I would like to close with the song I sing at the opening of every parish mission I offer:  Leonard Bernstein’s SIMPLE SONG with lyrics by Stephen Schwartz.

You can hear me sing via this YouTube link:

https://www.youtube.com/watch?v=3h9s0OY2Ues

(This was recorded several years ago.  I think I sang it better on Sunday!)

God bless you all for reading and sharing in my reflections.

 

 

Homily for the Fifth Sunday in Ordinary Time: Sunday 4th of February 2018

 Reading 1JB 7:1-4, 6-7

Job spoke, saying:
Is not man’s life on earth a drudgery?

Responsorial PsalmPS 147:1-2, 3-4, 5-6

  1. (cf. 3a) Praise the Lord, who heals the brokenhearted.

Reading 21 COR 9:16-19, 22-23

Brothers and sisters:
If I preach the gospel, this is no reason for me to boast,
for an obligation has been imposed on me,
and woe to me if I do not preach it!

GospelMK 1:29-39

On leaving the synagogue
Jesus entered the house of Simon and Andrew with James and John.
Simon’s mother-in-law lay sick with a fever.
They immediately told him about her.
He approached, grasped her hand, and helped her up.
Then the fever left her and she waited on them.

When it was evening, after sunset,
they brought to him all who were ill or possessed by demons.
The whole town was gathered at the door.
He cured many who were sick with various diseases,
and he drove out many demons,
not permitting them to speak because they knew him.

Rising very early before dawn, he left
and went off to a deserted place, where he prayed.
Simon and those who were with him pursued him
and on finding him said, “Everyone is looking for you.”
He told them, “Let us go on to the nearby villages
that I may preach there also.
For this purpose have I come.”
So he went into their synagogues,
preaching and driving out demons throughout the whole of Galilee.

It’s easy to fall into the existential angst of Job – “what does anything matter?” We let the words of Ecclesiastes echo repeatedly in our heads: “All is vanity. Life is meaningless.” When we’re in that state of mind, it is profitable to remember that faith insists that humanity needs a Savior.  God initiated a Covenant with mankind for this very purpose: deliverance from mere existence into fullness of life.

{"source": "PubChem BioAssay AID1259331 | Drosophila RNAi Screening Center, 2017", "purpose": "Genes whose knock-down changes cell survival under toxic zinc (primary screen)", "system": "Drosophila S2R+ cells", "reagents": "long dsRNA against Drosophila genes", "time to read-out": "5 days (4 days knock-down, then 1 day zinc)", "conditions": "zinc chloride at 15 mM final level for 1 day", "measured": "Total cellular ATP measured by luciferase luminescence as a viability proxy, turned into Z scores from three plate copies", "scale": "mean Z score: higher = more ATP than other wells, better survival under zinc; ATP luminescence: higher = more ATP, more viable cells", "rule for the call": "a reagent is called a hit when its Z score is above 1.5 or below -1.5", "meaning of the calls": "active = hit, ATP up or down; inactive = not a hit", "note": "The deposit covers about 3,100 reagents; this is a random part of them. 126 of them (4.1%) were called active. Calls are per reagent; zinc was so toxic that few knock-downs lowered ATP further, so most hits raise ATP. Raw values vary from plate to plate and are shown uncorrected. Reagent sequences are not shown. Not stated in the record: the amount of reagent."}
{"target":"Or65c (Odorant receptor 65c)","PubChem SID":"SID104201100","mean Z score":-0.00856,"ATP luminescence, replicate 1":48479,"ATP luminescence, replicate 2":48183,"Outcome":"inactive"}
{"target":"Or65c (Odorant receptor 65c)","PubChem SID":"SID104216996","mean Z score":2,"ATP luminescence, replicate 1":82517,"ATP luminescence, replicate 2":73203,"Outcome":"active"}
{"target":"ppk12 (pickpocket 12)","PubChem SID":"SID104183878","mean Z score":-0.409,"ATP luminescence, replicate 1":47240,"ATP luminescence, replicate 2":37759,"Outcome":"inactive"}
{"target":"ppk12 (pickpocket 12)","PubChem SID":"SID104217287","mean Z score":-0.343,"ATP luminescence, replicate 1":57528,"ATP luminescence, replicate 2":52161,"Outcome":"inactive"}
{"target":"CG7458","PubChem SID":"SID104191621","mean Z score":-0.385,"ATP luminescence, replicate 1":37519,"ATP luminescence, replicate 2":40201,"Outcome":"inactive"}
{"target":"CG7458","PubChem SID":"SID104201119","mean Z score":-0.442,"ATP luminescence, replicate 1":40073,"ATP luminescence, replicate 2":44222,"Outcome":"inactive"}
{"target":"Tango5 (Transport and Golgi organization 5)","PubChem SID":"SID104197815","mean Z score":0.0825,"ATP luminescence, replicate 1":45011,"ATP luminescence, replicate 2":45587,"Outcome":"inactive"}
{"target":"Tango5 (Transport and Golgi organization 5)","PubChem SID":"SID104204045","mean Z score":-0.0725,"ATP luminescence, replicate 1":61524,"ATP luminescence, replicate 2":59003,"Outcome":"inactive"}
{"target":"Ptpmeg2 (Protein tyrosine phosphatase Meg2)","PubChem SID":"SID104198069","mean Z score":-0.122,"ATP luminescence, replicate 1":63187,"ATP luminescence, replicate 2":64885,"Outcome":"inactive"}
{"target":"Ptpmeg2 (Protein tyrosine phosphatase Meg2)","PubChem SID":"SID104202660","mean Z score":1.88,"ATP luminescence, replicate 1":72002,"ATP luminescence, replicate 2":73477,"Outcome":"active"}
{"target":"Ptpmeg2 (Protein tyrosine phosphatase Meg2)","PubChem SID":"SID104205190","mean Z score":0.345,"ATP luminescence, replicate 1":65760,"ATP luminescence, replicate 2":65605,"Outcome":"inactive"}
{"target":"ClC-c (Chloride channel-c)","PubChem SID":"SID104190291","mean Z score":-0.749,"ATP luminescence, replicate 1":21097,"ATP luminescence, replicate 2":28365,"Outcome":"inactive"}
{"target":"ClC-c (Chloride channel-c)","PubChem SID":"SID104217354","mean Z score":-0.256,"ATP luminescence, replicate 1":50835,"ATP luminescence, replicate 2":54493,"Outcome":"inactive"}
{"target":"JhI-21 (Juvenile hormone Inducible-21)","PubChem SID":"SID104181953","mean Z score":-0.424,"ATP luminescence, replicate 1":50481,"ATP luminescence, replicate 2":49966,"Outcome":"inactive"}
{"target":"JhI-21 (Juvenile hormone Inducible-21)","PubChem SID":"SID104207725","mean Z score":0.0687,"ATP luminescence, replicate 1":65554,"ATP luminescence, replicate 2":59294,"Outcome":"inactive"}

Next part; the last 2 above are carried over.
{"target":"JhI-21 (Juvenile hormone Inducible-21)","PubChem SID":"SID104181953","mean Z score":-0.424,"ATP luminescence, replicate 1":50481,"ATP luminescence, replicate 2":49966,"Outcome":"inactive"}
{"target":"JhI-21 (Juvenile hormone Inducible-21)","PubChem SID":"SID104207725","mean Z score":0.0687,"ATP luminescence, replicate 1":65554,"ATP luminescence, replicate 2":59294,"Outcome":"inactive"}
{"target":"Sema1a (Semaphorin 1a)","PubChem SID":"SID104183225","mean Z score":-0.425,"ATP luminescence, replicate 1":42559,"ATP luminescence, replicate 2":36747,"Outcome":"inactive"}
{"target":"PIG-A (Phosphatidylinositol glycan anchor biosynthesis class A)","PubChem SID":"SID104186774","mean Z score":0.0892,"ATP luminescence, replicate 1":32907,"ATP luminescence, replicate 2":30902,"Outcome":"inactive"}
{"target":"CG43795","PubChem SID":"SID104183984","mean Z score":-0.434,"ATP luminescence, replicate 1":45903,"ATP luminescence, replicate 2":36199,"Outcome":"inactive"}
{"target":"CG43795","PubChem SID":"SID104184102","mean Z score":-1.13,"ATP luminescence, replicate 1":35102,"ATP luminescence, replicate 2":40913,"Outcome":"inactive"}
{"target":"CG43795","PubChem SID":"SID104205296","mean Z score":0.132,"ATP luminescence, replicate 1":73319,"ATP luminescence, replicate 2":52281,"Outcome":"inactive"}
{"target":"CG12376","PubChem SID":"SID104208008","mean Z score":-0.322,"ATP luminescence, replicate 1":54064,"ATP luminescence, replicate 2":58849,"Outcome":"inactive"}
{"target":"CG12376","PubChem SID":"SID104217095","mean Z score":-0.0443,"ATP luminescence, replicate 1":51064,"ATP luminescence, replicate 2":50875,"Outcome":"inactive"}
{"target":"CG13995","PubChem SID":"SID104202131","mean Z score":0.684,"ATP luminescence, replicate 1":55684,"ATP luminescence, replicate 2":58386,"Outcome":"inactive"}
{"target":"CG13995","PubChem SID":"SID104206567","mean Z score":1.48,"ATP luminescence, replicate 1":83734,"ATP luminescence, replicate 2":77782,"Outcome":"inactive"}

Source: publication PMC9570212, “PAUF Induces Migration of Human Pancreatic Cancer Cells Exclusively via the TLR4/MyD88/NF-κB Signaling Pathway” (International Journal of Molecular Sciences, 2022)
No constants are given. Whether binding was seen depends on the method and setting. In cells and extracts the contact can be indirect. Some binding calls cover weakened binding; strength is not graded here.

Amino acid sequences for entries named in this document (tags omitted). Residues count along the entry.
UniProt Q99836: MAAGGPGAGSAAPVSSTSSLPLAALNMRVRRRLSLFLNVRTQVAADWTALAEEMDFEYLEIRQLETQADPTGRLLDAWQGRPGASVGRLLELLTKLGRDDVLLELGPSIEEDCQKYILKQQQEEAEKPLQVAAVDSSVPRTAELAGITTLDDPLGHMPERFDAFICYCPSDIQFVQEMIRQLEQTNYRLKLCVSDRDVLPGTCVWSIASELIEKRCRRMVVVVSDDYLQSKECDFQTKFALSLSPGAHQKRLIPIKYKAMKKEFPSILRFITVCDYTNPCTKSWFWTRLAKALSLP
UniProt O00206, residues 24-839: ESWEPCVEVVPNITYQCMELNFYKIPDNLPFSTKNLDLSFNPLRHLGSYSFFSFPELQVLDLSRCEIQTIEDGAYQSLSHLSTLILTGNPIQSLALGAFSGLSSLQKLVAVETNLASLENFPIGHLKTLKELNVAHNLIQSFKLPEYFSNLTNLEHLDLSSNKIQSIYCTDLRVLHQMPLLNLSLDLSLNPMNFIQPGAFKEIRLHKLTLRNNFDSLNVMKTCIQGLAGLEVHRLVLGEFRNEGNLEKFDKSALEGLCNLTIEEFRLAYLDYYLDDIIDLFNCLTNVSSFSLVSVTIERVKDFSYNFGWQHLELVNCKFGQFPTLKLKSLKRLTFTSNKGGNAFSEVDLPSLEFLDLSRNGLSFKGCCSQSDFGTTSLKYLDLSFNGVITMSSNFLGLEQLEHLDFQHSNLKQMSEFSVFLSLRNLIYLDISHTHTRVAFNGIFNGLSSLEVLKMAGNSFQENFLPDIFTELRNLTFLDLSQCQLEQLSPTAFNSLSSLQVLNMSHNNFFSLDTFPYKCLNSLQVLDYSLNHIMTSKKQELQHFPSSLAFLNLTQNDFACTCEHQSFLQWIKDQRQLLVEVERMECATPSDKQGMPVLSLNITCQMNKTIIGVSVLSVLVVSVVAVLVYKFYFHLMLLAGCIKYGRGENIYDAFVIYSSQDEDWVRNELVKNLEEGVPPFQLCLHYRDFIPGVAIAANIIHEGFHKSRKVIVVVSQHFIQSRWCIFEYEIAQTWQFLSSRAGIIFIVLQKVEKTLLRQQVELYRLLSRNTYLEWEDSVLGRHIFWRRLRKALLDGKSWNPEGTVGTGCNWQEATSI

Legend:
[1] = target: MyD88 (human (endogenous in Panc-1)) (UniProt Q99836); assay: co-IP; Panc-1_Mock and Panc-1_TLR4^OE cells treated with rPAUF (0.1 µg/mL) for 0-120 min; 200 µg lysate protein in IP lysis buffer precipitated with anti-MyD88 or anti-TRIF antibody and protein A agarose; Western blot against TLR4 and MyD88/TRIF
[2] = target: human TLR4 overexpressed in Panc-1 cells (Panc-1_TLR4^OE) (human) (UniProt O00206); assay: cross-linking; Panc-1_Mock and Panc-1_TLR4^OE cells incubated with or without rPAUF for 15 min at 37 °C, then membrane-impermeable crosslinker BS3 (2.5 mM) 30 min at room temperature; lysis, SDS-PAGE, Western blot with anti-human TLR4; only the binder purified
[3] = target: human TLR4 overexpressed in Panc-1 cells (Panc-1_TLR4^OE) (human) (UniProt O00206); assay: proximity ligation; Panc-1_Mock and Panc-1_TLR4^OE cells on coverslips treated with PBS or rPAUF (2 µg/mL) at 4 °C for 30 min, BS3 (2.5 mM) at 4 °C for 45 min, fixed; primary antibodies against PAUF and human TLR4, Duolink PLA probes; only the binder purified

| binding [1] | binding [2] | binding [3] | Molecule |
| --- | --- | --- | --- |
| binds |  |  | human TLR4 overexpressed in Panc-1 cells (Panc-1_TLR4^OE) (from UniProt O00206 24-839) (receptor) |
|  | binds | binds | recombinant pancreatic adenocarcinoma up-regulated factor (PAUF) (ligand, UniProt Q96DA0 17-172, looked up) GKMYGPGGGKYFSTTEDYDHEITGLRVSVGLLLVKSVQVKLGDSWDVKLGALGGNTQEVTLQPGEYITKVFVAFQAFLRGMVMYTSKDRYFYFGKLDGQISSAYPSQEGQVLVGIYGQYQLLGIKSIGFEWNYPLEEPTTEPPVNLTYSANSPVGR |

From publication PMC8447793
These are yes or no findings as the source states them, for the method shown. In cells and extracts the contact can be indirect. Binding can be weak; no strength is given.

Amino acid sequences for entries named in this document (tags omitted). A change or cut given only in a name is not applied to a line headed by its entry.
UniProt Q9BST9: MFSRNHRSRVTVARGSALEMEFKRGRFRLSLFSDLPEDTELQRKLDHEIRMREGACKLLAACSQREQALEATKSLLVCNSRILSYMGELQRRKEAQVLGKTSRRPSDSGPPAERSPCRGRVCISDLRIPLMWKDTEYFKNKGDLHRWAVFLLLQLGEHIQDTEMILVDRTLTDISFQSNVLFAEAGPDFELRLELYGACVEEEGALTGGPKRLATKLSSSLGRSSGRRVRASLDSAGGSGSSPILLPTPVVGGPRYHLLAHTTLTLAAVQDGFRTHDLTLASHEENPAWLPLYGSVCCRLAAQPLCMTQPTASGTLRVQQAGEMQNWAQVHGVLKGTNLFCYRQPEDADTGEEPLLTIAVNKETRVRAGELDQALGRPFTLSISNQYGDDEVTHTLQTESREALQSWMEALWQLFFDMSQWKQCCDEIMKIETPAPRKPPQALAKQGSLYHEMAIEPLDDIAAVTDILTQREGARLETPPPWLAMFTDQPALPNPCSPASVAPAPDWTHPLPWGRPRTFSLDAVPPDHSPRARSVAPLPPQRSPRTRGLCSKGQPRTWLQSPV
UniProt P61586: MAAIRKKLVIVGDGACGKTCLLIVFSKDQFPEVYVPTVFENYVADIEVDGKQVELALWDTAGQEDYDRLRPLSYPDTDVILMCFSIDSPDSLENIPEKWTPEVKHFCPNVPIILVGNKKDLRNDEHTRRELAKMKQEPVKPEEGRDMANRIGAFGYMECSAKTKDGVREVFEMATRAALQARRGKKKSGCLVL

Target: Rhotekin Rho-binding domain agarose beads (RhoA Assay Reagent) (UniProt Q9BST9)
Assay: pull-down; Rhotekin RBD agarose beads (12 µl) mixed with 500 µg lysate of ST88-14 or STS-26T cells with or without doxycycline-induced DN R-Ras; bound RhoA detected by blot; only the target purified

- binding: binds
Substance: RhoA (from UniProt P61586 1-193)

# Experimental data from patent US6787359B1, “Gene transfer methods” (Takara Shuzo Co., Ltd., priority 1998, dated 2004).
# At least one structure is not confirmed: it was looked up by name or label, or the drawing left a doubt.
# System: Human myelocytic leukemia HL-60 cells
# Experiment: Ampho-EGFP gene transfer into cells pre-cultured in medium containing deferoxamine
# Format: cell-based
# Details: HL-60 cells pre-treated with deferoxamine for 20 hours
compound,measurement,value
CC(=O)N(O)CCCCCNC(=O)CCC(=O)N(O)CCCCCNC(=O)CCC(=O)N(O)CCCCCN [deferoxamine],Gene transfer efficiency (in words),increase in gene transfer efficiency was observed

For us, the story of Jesus is a healing story.  It’s restorative, transformative.  Jesus’s destiny was and remains a healing ministry just as he healed Simon Peter’s mother-in-law and myriad of others long ago.  But note Jesus’ exemplifies an essential aspect of his restorative technique right here in today’s Gospel for all of us to appreciate:  solitude: “Rising very early before dawn, he left and went off to a deserted place, where he prayed.”  We must remember that prayer does not / must not always include words.  Sometimes in our despair, words are even too much for us to bear.  Solidarity with God requires silence, too.  Here’s a perfect example from a story by religious sister and spiritual writer José Hobday:

“One summer Saturday when I was 12, I was waiting for my friend who wanted to come over. We had planned the morning together. She was quite late. I was fretting and complaining and generally making a nuisance of myself. In fact, I was becoming rather obnoxious to everyone else in the house.

“Finally, my father said to me ‘Get a book a blanket and an apple and get into the car!’ I wanted to know why, but he repeated the order. So, I obeyed. My father drove me about eight miles from home to a canyon area and said, ‘Now get out.  We cannot stand you any longer at home. You aren’t fit to live with.  Stay out here by yourself today until you understand better how to act. I’ll come back for you this evening.’

I got out, angry, frustrated and defiant. The nerve of him! I thought immediately of walking home.  Eight miles was no distance at all for me. Then the thought of meeting my father when I got there took hold and I changed my mind.

“I cried and threw the book, apple and blanket over the canyon ledge. I had been dumped and I was furious. But it is hard to keep up a good, rebellious cry with no audience, so finally, there was nothing to do but face up to the day alone.

“I sat on the rim, kicking the dirt and trying to get control of myself. After a couple of hours, as noon approached, I began to get hungry. I located the apple and climbed down to retrieve it– as well as the book and the blanket.  I climbed back up and as I came over the top, I noticed the piñon tree. It was lovely and full.
I spread the blanket in the shade, put the book under my head and began to eat the apple.  I was aware of a change of attitude. As I looked through the branches into the sky, a great sense of peace and beauty came to me.  The clouds sat in still puffs, the blue was endless; I began to take in their spaciousness. I thought about the way I had acted and why daddy had treated me so harshly.  Understanding began to come and I became more objective about my behavior. I found myself getting in touch with my feelings, with the world around me.